Sunday, January 06, 2008

So ya say you wanna Resolution, weellll you know...

we all wanna change the world. Happy New Year, everyone! I am fervently attempting to keep up all resolutions, at least until the end of the month, ha! Some are going well:

-drink more wine, check! I'm liking Syrah, right now.
-blog more, check!
-play more/make friends, check! I got a Nin.ten.do DS for Christmas, and I am addicted to Brain Age and Zelda already. Today I went on a play date with CindyLou and got to chat with her playmate's mother for the afternoon. Woo!
-tell manager where to stick it, check! (Um, well, sort of...more on that later.)





Some are not going so well:

-take less call. Well, OtherDoc is on vacation for the week, so I am taking call for him. I actually have had call all weekend by myself with the kids, as Mr. Whoo was out of town in a wedding. Luckily it has been the "q" word...shhh don't tell anyone!
-lose weight/cook real meals. HA! That is all.
-be an understanding physician. I'm just being bitter, I guess, but I am O-V-E-R the calls for pain meds. I got a call from a pregnant person requesting meds for a migraine, and, as this was a legit request, I phoned the pharmacy. The pharmacy informed me that this particular patient had 2 different narcotic scripts filled in the last week from different physicians, so I opted not to call in the third script. I guess that's what I get for giving someone the benefit of the doubt!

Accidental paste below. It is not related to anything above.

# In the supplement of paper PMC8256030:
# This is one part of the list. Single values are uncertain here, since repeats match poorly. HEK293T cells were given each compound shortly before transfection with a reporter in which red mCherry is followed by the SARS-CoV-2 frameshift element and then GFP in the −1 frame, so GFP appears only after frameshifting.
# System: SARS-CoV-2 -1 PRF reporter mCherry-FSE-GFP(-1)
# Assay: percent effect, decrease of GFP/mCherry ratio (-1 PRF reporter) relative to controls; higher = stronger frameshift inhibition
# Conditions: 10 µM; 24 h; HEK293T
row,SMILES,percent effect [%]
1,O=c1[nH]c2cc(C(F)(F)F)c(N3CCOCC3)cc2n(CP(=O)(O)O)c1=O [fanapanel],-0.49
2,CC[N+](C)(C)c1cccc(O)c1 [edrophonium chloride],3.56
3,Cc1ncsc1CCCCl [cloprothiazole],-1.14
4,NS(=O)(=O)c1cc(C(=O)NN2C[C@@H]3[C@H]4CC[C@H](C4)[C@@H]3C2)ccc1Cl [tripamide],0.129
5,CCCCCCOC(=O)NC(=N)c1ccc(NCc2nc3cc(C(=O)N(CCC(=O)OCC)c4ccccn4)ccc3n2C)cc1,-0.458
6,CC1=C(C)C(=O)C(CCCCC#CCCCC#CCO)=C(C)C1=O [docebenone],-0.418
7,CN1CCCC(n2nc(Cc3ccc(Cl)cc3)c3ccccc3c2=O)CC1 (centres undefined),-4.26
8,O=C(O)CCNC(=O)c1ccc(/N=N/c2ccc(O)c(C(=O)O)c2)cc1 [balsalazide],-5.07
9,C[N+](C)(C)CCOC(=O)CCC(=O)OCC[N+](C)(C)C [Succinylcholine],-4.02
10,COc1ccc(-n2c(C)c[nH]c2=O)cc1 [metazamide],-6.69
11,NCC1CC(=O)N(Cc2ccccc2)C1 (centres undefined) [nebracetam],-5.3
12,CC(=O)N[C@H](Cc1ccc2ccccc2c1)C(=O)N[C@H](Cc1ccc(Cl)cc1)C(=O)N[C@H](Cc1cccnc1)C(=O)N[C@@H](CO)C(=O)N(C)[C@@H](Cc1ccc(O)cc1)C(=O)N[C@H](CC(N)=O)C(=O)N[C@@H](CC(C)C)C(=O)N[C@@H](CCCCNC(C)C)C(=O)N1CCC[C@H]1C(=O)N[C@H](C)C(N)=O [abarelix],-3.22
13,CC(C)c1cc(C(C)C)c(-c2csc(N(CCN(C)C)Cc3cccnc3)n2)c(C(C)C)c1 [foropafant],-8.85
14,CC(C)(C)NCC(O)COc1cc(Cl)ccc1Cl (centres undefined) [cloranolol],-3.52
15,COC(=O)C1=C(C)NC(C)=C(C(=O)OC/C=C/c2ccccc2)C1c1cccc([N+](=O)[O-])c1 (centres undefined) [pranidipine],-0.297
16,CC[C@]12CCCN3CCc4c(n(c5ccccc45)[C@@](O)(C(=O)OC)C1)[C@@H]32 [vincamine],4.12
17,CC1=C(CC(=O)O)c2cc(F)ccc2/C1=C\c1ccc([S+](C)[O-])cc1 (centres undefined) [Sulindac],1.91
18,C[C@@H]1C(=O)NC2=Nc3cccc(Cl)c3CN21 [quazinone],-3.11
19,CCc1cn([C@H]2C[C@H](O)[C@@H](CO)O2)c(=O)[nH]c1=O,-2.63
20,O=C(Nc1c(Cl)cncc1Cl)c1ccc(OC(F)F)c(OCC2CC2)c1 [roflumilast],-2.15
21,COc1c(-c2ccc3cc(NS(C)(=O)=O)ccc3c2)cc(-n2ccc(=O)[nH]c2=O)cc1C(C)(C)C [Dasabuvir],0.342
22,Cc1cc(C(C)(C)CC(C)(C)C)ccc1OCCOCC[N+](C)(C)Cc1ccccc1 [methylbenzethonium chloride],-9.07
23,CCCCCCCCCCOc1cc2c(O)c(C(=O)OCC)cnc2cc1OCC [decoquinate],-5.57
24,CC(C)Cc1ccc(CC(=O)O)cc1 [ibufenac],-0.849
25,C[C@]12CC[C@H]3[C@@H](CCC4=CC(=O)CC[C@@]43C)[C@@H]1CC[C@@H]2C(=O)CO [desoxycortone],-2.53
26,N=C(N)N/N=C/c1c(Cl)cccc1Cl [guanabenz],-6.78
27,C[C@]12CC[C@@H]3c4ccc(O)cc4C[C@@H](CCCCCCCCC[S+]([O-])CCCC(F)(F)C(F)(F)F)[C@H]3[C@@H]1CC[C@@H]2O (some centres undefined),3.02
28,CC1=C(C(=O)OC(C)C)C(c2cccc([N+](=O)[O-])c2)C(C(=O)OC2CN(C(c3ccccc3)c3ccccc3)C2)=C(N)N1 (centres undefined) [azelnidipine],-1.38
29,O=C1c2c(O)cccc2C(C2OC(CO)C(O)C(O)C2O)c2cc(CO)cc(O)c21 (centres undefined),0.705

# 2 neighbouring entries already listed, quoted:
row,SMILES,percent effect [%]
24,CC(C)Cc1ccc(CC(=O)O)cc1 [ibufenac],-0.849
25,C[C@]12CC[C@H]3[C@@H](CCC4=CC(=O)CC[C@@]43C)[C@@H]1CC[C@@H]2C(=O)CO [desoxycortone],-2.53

As for telling my office manager where to get off, please allow me to elaborate. (Beware, a long, practice-related rant follows, likely supremely boring for most, but for my fellow OBs/physicians in practice, I'd love some feedback.) I know that I am still yet a novice, in my toddlerhood of practice, if you will. I will be the first to admit that I know very little about the "business" of medicine. I accepted a hospital-employed position for this very reason. Even though I am an employee, and get a paycheck regardless of the revenue I generate (in theory); I still need to generate enough to cover my expenses in order to "earn my keep," so to speak. When I first started out, I (naively, I admit), trusted that my office manager would assist me with any coding/billing of charts and/or surgeries in order to get paid the maximum amount for the work that I was doing. In residency, I had a cursory overview of coding, and I know a little, but I need to take a coding course (in my spare time, of course).